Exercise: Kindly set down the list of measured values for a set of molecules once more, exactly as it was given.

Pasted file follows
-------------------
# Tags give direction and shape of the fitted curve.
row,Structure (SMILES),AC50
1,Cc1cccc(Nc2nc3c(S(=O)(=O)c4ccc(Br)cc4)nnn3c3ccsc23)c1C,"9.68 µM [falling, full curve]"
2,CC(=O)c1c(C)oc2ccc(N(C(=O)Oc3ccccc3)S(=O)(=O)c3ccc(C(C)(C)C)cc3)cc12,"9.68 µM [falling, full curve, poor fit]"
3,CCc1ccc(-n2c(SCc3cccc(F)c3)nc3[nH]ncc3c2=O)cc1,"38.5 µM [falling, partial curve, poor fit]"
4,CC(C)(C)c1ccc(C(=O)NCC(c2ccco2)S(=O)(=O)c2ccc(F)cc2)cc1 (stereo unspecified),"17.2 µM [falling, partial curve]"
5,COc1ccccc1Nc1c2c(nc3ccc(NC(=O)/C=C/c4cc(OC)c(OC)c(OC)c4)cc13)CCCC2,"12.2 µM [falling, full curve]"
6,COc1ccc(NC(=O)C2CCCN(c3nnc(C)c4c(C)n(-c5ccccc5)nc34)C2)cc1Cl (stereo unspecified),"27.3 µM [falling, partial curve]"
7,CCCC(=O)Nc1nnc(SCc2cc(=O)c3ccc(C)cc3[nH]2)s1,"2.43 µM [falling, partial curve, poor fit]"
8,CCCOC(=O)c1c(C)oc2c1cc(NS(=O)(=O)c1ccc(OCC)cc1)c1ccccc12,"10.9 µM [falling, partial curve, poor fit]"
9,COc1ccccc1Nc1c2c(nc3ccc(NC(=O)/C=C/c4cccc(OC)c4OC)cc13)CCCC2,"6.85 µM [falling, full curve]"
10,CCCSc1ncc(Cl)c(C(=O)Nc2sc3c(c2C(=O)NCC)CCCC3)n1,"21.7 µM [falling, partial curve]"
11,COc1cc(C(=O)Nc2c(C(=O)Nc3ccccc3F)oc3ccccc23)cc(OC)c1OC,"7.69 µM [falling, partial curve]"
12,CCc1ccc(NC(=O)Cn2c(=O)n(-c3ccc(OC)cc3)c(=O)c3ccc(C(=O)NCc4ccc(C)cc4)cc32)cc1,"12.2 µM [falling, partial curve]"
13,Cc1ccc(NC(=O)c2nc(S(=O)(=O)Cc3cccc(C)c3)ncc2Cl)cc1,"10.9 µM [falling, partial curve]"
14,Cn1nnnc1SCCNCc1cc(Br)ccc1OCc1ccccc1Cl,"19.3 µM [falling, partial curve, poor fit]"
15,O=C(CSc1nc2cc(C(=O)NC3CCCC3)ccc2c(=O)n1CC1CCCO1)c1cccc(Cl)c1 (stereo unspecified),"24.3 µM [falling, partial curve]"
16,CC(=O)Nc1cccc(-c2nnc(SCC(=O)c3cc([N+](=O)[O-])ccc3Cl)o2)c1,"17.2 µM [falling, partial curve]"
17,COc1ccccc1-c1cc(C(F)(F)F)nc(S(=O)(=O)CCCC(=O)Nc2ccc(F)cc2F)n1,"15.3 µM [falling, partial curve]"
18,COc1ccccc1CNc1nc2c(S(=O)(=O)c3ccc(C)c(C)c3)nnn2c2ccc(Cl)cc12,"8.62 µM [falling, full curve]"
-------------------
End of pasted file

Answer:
# Tags give direction and shape of the fitted curve.
row,Structure (SMILES),AC50
1,Cc1cccc(Nc2nc3c(S(=O)(=O)c4ccc(Br)cc4)nnn3c3ccsc23)c1C,"9.68 µM [falling, full curve]"
2,CC(=O)c1c(C)oc2ccc(N(C(=O)Oc3ccccc3)S(=O)(=O)c3ccc(C(C)(C)C)cc3)cc12,"9.68 µM [falling, full curve, poor fit]"
3,CCc1ccc(-n2c(SCc3cccc(F)c3)nc3[nH]ncc3c2=O)cc1,"38.5 µM [falling, partial curve, poor fit]"
4,CC(C)(C)c1ccc(C(=O)NCC(c2ccco2)S(=O)(=O)c2ccc(F)cc2)cc1 (stereo unspecified),"17.2 µM [falling, partial curve]"
5,COc1ccccc1Nc1c2c(nc3ccc(NC(=O)/C=C/c4cc(OC)c(OC)c(OC)c4)cc13)CCCC2,"12.2 µM [falling, full curve]"
6,COc1ccc(NC(=O)C2CCCN(c3nnc(C)c4c(C)n(-c5ccccc5)nc34)C2)cc1Cl (stereo unspecified),"27.3 µM [falling, partial curve]"
7,CCCC(=O)Nc1nnc(SCc2cc(=O)c3ccc(C)cc3[nH]2)s1,"2.43 µM [falling, partial curve, poor fit]"
8,CCCOC(=O)c1c(C)oc2c1cc(NS(=O)(=O)c1ccc(OCC)cc1)c1ccccc12,"10.9 µM [falling, partial curve, poor fit]"
9,COc1ccccc1Nc1c2c(nc3ccc(NC(=O)/C=C/c4cccc(OC)c4OC)cc13)CCCC2,"6.85 µM [falling, full curve]"
10,CCCSc1ncc(Cl)c(C(=O)Nc2sc3c(c2C(=O)NCC)CCCC3)n1,"21.7 µM [falling, partial curve]"
11,COc1cc(C(=O)Nc2c(C(=O)Nc3ccccc3F)oc3ccccc23)cc(OC)c1OC,"7.69 µM [falling, partial curve]"
12,CCc1ccc(NC(=O)Cn2c(=O)n(-c3ccc(OC)cc3)c(=O)c3ccc(C(=O)NCc4ccc(C)cc4)cc32)cc1,"12.2 µM [falling, partial curve]"
13,Cc1ccc(NC(=O)c2nc(S(=O)(=O)Cc3cccc(C)c3)ncc2Cl)cc1,"10.9 µM [falling, partial curve]"
14,Cn1nnnc1SCCNCc1cc(Br)ccc1OCc1ccccc1Cl,"19.3 µM [falling, partial curve, poor fit]"
15,O=C(CSc1nc2cc(C(=O)NC3CCCC3)ccc2c(=O)n1CC1CCCO1)c1cccc(Cl)c1 (stereo unspecified),"24.3 µM [falling, partial curve]"
16,CC(=O)Nc1cccc(-c2nnc(SCC(=O)c3cc([N+](=O)[O-])ccc3Cl)o2)c1,"17.2 µM [falling, partial curve]"
17,COc1ccccc1-c1cc(C(F)(F)F)nc(S(=O)(=O)CCCC(=O)Nc2ccc(F)cc2F)n1,"15.3 µM [falling, partial curve]"
18,COc1ccccc1CNc1nc2c(S(=O)(=O)c3ccc(C)c(C)c3)nnn2c2ccc(Cl)cc12,"8.62 µM [falling, full curve]"